Trouble is a Friend of Mine, Stephanie Tromly, Penguin Random House Company 2015
What’s surprised me most about seeing my sister dead is the lingering smirk on her face.
Right now I’m following a school course about Young Adult Literature, which I’ve got to read four different books for. All of those have white protagonists, only one of those four is female. I read It’s Kind of a Funny Story next to this one, and guess what; both involve depression. So hey
kids teachers, YA with Good Subjects come in other colours as well. Anyway, this was my soap box, let’s move on to the novel.
Julia’s good, sensible, perfect Mexican older sister is dead, and now Julia has to wear the brunt of her mother’s attention and emotions, and her father’s absence. As she never was the perfect Mexican daughter, this doesn’t make daily life any easier. Julia wants out, wants to live life to the fullest, and doesn’t care for getting married and becoming a mother, but that’s not how it’s supposed to be.
These struggles get extra layers when Julia’s mind goes in overdrive about everything and when she discovers that her sister might not be so perfect after all. How to keep that all in, because you’ve got no-one to share it with?
Julia so very clearly wants to escape and move on, but just like It’s Kind of a Funny Story‘s Craig, she’s got too many tentacles keeping her down. Still, the novel manages to end on a high note, and leaves me eager to visit Chicago one day.
I Am Not Your Perfect Mexican Daughter, Erika L. Sanchez, Alfred A. Knopf 2017
It was late winter in Northern Rus’, the air sullen with wet that was neither rain nor snow.
Just like The Hundred Thousand Kingdoms an enthralling, easily accessible fantasy novel, with plenty of room for a cool (literally, in this case) female protagonist. Yay!
With my discovery of the CloudLibrary app (I’m not paid for this), I found a new way to more books. These are Express, so you can only borrow them for a week, meaning I just have to read faster. Alas.
As mentioned before, The Bear and the Nightingale is such an easy read, with only 300+ pages as well, that that time limit wasn’t an issue. It’s a (Russian) fairy tale about fairy tale elements being part of daily life. The young protagonist is too wild and strange for her family, and supports the ‘old’ gods and creatures besides Christianity. When the super religious join her house, things start rolling (into chaos).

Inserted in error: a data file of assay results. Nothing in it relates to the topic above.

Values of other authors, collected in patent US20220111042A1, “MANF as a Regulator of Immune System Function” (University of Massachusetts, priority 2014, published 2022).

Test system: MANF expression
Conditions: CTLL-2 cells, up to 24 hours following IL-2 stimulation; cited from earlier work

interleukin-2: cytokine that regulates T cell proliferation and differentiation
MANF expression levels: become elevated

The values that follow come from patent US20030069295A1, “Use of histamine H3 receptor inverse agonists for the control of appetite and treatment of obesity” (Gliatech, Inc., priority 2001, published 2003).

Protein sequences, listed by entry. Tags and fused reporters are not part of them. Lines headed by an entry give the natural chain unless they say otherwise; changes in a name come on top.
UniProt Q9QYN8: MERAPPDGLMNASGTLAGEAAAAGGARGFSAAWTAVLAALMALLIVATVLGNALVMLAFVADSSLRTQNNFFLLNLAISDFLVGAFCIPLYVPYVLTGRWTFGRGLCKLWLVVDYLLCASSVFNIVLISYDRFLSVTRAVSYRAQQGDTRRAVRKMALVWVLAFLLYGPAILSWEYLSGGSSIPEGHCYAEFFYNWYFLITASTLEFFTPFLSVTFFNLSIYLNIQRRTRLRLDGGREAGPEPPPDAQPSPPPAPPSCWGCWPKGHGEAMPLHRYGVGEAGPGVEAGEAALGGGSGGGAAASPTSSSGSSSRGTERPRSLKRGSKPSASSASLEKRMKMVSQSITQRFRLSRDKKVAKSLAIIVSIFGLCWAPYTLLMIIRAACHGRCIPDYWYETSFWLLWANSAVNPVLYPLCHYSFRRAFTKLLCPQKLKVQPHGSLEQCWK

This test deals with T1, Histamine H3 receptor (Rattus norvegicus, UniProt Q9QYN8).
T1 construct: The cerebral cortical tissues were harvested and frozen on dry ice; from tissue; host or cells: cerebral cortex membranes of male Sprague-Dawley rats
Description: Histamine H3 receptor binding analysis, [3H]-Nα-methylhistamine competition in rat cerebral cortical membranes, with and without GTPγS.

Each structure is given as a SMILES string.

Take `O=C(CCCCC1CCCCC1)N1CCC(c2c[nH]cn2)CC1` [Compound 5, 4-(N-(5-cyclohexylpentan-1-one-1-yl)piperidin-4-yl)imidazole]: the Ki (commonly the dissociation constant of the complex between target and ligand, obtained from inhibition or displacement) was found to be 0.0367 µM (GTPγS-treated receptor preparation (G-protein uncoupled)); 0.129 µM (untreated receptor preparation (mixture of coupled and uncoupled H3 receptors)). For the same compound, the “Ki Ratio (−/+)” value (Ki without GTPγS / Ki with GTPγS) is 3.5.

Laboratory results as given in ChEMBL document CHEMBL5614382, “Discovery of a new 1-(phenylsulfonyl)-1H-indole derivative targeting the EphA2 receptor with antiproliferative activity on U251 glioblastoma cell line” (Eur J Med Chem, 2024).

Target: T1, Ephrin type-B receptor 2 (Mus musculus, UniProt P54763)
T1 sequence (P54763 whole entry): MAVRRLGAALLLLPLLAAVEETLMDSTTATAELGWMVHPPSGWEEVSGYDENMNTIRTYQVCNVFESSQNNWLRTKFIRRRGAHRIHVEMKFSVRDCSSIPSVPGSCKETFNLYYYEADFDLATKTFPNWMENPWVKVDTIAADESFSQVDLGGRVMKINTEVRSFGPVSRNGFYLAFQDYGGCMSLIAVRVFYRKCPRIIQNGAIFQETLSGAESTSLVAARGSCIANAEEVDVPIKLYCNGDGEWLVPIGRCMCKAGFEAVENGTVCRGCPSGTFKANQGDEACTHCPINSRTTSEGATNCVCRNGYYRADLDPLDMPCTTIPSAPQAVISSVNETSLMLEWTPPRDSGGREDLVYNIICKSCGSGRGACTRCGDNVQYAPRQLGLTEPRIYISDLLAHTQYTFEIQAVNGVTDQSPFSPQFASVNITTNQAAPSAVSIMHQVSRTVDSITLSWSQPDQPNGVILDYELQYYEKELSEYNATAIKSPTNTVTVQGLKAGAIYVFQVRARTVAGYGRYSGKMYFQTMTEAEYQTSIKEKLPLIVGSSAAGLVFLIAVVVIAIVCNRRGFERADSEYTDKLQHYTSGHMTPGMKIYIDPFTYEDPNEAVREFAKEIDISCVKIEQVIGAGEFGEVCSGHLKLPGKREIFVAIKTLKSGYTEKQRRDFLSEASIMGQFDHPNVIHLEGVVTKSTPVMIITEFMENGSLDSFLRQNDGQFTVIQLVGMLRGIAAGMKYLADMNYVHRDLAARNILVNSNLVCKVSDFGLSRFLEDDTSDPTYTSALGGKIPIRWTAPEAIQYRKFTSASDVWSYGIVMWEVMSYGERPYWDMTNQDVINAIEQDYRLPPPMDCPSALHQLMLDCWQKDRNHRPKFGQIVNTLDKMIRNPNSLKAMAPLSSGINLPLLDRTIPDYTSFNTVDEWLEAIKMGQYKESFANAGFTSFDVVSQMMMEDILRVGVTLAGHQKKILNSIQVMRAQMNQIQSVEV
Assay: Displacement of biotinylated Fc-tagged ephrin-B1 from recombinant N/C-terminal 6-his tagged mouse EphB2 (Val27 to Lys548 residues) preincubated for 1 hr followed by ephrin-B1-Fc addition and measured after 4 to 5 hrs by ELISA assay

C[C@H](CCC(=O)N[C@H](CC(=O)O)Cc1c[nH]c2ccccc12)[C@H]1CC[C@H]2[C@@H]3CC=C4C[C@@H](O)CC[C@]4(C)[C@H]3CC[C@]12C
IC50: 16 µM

I’m fond of reading stories set in Russia, and even though this is a romanticised version of history, it still gives an interesting look at early Moscow and its surroundings. But mostly it’s just a tasty morsel of a fairy tale that – even though it already got a sequel – can definitely stand on its own.
The Bear and the Nightingale, Katherine Arden, Penguin Random Publishing 2017
Everyone in Shaker Heights was talking about it that summer: how Isabelle, the last of the Richardson children, had finally gone round the bend and burned the house down.
Writing this review made me feel like reading the book for the second time, consider me a fan of Celeste Ng’s (you pronounce it as ‘ing’) work.
Again it’s a seemingly lovely, decent family of which the image (they project) slowly starts to show cracks. This time it’s literally and figuratively a small town story, and even though something quite big happens, there’s such a subdued, rosy-tinted tone to everything that even the moment when it all boils over, you don’t feel more like a soft ‘huh’. Because it wasn’t inevitable, but mostly because Ng writes in such a way that you’re swaddled, embedded into these lives and can almost feel the possibilities pass left and right. Maybe Izzy (Isabelle) will find her way sooner than later, maybe Mia and daughter Pearl will air out the secrets between them and for once put roots down somewhere. Maybe Mrs. Richardson can become a person again, instead of a connection between others.
So you wait, and hope while things crash and literally burn, while still ending on a high note. Because Celeste Ng is good like that.
Little Fires Everywhere, Celeste Ng, Penguin Publishing 2017